The Buddhist Soldier


Can you be a Buddhist soldier, sailor, marine, airman, or officer in the military?  Is there such as thing as a Buddhist soldier?  There are many debated and controversial, topics in Buddhism.  One which always stirs a debate is that of the Military (and war) and Military service by Buddhists.

For many, the perception of Buddhism being purely peaceful and non-violent (“pacifist”) has painted the religion into something it never claimed to be.  This Westerner’s interpretation of a pacifist Buddhism is not rooted in reality, or practicality, and has directly influenced the topic of the military.

You may have many questions:  Can a Buddhist be in the Military?  Can you be a good Buddhist while being a soldier?  What did the Buddha say about the Military?

Yes, they can.

While that answer may come as a shock to many, it is not unorthodox or against the Buddha’s teachings.  Although it would be easy to create a short article, this is a highly controversial subject among Buddhists, so it deserves a detailed discussion to help answer many questions that are often raised.

This article is my longest (although I would have liked to have made it much shorter), simply because of the amount of passionate debate on this issue.  My goal is to be thorough yet make the content readable.

Affiliate Links Disclosure:  This post may contain affiliate links and I may earn a small commission when you click on the links at no additional cost to you. As an Amazon Affiliate I earn from qualifying purchases. (You can read my full disclaimer here.).

An Important Reminder

This article is not about “promoting” the military, war, violence, or death.  Nor is this article promoting military forces and those who serve in them who act in aggression, violence, and criminal actions.

For example, this article is not promoting hostile military aggressors like Germany in World War I and II, Serbian forces in the Yugoslavian civil war, or countless other ruthless forces throughout history.

  • This article is aimed towards military forces and those who serve in them where the goal is the defense of their country, defending peace, fighting to free oppressed people, stop war crimes, and in general “keep the peace”.  For example, the allied forces who fought against the Nazis in World War II, UN peacekeeping forces and missions, those who fought to stop the fighting and genocide in Bosnia, etc.
  • No military is perfect, nor perfect military actions, just like there are no perfect people.  Military action (“battles”, “skirmishes”, “wars”) for those who fight for freedom and democracy are typically the “last resort” (or at least should be).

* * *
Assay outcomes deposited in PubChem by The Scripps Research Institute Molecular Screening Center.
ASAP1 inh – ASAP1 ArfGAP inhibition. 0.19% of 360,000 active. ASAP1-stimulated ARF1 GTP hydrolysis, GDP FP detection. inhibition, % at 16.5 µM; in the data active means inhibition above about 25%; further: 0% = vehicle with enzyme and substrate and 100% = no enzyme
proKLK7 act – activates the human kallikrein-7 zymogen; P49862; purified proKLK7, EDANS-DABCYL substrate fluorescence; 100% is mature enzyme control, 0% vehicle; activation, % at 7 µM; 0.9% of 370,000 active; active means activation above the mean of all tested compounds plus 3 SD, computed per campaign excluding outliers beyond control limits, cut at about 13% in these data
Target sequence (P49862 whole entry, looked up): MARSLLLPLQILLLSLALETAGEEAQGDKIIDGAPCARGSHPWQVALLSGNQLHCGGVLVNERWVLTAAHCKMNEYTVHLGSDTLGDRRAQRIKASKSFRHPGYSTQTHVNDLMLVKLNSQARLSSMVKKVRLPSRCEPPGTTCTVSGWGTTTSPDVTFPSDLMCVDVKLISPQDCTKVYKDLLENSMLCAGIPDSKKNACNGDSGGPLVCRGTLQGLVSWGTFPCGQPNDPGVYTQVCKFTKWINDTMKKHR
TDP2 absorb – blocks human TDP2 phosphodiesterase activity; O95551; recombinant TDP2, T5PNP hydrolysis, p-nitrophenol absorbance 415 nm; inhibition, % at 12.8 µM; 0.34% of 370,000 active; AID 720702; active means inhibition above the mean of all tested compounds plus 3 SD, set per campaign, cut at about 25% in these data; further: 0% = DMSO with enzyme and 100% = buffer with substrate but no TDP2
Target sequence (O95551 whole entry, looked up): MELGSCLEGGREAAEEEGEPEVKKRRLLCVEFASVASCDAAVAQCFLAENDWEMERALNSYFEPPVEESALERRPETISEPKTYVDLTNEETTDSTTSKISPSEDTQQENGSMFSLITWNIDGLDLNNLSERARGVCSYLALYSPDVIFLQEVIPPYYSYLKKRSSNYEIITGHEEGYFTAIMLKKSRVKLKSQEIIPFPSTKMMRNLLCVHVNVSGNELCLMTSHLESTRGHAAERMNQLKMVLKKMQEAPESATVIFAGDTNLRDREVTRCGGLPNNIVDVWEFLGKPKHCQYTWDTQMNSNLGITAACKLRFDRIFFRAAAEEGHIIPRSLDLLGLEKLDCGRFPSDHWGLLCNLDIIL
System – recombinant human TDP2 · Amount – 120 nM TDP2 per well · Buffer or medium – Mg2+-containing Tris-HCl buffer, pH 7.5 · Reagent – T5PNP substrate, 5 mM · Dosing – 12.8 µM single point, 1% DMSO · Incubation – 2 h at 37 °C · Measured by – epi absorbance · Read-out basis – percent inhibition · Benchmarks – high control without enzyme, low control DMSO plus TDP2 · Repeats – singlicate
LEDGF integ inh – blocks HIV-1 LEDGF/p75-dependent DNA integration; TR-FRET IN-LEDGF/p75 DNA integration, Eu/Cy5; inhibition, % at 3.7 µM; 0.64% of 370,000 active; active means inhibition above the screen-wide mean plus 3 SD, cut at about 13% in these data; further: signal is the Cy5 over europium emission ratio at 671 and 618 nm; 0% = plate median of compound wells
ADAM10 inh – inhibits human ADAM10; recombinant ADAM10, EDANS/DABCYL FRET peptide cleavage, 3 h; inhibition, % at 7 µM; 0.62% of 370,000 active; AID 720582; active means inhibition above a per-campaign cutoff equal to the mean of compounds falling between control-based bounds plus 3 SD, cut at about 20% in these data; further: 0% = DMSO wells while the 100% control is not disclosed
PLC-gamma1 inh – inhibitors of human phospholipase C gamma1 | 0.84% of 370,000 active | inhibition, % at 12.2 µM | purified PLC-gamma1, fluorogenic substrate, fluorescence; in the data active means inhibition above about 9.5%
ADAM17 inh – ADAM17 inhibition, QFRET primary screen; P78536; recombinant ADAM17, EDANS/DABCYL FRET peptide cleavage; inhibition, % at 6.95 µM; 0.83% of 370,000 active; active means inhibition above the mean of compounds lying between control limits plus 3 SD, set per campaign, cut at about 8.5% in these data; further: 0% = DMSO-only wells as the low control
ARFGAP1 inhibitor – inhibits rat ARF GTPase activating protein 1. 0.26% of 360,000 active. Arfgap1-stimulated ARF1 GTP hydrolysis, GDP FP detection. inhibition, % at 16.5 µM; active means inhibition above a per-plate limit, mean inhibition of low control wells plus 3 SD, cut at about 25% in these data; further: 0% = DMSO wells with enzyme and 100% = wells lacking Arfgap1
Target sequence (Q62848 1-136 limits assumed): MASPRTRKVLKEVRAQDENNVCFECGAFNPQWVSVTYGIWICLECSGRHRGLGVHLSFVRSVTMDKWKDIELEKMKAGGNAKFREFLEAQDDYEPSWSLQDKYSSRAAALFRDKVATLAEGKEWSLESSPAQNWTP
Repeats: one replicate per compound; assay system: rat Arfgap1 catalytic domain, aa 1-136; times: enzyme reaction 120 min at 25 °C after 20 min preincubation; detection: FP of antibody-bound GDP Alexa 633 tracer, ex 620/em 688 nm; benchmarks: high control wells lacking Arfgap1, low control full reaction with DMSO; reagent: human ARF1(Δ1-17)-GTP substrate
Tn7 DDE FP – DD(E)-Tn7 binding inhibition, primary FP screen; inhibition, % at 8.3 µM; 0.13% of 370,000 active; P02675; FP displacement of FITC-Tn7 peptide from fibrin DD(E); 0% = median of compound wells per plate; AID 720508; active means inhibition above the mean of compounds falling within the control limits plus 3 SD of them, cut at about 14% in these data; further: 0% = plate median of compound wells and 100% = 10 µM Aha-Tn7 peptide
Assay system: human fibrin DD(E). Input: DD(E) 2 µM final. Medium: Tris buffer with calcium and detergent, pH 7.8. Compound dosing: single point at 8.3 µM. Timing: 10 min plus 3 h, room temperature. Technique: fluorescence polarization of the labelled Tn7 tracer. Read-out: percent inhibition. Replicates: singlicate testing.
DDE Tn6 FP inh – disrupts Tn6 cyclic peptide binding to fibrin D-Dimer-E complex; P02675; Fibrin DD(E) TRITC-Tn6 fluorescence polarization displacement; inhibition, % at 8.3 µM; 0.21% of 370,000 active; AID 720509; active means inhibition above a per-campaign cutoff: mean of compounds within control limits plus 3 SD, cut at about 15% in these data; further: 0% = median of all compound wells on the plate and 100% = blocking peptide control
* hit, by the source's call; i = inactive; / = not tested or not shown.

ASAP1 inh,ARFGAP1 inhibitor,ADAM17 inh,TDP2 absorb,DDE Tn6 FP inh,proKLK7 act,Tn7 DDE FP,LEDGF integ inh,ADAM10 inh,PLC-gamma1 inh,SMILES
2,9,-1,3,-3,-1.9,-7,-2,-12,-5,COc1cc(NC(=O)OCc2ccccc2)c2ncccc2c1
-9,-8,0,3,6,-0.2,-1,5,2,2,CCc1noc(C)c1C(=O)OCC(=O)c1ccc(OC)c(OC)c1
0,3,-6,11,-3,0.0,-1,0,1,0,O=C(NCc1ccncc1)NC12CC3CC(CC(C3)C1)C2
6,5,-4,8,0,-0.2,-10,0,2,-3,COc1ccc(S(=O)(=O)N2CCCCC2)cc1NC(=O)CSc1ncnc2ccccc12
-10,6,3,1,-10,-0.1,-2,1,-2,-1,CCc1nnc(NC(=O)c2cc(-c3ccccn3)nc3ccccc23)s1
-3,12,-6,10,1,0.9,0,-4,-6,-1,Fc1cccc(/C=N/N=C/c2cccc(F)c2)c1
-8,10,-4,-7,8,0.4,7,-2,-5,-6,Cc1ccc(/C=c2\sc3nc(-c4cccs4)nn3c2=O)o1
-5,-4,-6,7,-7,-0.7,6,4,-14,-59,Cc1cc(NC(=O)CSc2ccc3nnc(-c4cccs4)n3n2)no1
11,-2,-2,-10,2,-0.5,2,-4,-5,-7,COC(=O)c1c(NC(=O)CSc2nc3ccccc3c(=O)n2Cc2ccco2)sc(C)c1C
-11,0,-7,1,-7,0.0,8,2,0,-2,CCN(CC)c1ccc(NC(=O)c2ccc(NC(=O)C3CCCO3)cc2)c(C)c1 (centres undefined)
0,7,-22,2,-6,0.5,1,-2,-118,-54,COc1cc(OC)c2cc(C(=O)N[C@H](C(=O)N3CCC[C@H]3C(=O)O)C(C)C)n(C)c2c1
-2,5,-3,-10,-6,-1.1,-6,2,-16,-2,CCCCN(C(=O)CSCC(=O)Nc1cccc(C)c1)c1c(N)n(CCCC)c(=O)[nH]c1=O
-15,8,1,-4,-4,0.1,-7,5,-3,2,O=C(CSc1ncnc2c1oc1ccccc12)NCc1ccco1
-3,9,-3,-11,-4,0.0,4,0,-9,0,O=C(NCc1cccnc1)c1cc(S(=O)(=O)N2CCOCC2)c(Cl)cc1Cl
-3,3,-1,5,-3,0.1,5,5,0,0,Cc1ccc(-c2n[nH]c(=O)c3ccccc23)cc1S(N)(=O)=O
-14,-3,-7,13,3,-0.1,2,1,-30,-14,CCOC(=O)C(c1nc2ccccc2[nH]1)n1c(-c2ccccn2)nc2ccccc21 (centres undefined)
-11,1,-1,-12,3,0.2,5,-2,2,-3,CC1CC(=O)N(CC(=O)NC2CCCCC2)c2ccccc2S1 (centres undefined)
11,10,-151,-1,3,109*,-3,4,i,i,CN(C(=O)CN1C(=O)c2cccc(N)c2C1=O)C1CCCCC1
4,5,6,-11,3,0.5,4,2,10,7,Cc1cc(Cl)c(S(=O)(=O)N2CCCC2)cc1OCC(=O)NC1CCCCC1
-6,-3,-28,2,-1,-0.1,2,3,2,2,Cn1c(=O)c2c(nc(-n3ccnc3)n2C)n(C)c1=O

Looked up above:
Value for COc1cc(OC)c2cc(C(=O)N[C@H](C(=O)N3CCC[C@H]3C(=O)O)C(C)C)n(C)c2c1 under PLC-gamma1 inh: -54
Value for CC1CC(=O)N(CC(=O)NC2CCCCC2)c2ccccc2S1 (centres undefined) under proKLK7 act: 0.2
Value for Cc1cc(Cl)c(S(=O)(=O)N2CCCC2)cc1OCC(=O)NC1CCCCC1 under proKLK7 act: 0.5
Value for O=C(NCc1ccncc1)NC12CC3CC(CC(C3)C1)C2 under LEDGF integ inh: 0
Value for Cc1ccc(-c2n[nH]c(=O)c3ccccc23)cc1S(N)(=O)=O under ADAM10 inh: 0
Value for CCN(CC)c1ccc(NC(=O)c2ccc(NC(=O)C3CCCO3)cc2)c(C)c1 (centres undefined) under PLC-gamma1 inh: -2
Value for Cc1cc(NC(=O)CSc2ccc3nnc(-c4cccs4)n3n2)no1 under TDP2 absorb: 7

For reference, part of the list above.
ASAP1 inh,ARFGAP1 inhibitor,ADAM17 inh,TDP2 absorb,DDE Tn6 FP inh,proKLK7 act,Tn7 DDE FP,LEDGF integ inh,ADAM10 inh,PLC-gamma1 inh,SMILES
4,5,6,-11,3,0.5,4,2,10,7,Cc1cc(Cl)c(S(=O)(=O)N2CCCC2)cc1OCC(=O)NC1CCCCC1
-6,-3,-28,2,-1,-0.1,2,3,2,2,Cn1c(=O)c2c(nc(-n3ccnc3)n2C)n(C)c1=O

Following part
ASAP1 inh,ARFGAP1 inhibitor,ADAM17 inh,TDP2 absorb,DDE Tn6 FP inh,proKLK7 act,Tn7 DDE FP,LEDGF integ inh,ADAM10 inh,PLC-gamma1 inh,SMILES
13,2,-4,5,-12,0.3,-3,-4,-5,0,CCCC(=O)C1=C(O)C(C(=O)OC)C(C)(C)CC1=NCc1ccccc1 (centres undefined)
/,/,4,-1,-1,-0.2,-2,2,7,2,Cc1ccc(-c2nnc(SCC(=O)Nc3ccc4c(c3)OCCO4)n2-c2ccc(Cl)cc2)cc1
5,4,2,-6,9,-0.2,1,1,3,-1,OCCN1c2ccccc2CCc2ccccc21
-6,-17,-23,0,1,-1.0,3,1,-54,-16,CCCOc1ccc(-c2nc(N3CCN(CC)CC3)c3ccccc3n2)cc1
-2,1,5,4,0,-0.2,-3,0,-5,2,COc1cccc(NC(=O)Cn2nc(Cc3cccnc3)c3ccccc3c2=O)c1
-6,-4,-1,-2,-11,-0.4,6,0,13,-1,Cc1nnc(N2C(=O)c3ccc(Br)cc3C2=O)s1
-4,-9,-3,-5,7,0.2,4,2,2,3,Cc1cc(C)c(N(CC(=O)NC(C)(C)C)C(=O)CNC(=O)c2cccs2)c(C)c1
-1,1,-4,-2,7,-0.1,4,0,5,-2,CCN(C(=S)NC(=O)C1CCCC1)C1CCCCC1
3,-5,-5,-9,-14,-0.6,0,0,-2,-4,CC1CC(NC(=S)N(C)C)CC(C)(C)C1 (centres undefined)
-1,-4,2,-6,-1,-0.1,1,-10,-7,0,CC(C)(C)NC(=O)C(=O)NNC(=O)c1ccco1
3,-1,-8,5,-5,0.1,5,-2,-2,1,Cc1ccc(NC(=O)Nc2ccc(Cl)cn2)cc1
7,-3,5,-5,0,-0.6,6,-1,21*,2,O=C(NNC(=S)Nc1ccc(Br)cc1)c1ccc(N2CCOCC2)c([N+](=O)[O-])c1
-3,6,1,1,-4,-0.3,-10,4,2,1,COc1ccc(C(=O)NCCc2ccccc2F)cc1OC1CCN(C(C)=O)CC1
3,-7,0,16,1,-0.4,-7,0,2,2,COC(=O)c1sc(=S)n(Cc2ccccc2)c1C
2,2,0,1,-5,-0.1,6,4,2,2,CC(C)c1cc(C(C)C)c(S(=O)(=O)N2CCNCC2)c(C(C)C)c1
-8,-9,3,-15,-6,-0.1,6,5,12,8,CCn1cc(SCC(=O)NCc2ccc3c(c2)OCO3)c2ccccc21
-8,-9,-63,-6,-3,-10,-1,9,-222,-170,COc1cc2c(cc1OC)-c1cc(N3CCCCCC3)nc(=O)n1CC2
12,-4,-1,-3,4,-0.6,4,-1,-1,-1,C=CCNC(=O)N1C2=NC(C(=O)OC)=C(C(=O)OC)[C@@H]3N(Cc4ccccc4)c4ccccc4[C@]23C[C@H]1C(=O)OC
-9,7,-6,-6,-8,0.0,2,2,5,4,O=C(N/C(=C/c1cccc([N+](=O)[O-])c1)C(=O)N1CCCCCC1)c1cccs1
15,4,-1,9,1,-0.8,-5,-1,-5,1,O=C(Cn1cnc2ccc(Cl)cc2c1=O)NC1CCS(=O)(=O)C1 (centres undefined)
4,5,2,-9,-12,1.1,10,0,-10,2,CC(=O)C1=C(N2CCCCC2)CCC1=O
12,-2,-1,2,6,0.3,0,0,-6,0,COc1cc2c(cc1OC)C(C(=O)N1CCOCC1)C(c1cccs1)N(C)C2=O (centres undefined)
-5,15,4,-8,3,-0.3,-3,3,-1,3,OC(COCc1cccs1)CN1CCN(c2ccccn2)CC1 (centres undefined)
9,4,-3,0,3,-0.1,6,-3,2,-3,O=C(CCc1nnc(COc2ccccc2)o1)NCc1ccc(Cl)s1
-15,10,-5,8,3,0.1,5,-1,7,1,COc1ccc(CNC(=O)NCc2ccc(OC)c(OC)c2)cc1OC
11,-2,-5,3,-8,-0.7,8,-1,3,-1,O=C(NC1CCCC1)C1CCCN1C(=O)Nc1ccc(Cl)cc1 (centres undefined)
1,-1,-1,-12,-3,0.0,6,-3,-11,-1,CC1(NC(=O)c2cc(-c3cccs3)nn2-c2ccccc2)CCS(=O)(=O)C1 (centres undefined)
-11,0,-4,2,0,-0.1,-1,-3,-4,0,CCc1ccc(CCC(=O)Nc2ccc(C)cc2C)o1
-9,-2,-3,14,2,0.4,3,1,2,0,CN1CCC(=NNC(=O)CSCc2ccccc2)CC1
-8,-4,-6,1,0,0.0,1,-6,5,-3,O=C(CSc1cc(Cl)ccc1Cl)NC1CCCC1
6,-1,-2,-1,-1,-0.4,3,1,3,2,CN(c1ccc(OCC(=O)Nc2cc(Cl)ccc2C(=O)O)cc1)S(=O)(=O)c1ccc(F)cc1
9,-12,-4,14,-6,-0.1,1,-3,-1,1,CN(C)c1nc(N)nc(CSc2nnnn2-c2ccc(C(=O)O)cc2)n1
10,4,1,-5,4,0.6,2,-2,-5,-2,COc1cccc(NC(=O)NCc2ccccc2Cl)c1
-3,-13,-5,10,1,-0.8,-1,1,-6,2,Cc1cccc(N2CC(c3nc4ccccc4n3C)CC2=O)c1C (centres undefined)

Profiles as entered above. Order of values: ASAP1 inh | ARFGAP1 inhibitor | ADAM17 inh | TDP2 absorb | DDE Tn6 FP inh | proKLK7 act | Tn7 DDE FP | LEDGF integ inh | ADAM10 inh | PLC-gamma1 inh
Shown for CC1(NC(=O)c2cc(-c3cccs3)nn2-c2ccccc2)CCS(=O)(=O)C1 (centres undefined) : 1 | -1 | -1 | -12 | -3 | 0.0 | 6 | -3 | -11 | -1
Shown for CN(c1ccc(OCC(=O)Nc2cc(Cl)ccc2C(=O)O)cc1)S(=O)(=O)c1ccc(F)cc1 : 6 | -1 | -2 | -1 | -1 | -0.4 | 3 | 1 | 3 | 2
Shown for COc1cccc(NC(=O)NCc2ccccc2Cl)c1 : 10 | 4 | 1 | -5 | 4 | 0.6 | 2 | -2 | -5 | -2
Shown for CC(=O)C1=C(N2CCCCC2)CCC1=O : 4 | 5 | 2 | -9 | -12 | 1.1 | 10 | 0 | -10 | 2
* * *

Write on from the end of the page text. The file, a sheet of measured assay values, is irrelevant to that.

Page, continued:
• This article is, of course, my opinion on the subject.  I urge you to open your mind to what is being said and to discuss it with your teacher and others so you can make up your own mind.
  • The term “soldier” in this article refers to any type of military service-member (Sailor, Airman, Marine, Soldier, etc.), and reflects those in non-hostile military forces/countries/organizations.

The Middle Way of Soldiers

Photo by Sgt Frank Thompson.

If you see someone who is trying to shoot, to destroy, you have to do your best in order to prevent him or her from doing so. You must. But you must do it out of your compassion, your willingness to protect, and not out of anger. That is the key point. If you need to use force, you have to use it, but you have to make sure that you act out of compassion and a willingness to protect, not out of anger.  ~ Venerable Thich Nhat Hanh 

Buddhism has a “code of conduct” known as the Five Precepts, with the very first being to “abstain from taking life”.

Obviously, upon first interpretation, this categorically illustrates the point that Buddhism and Buddhists have no place with the military or war.  However, the Five Precepts are not commandments from a god, but instead what a Buddhist practitioner aspires to.

Buddhism also has something known as the “Middle Way“, which simply means not to go to extremes in your life but instead in moderation.  The Noble Eightfold Path, along with following the Five Precepts, helps us follow this Middle Way so we can finally achieve Nirvana.

Military service for Buddhists can also be seen in the light of the Middle Way.

The Buddha never said that you should not be in the military (well, unless you were a monk of course), nor did he say that you should never kill, or for leaders not to have a military.  If the Buddha were to be against any of those things, he would be going to extremes, and not be rooted in reality.  The Buddha knew such extremes could, and would, cause more suffering.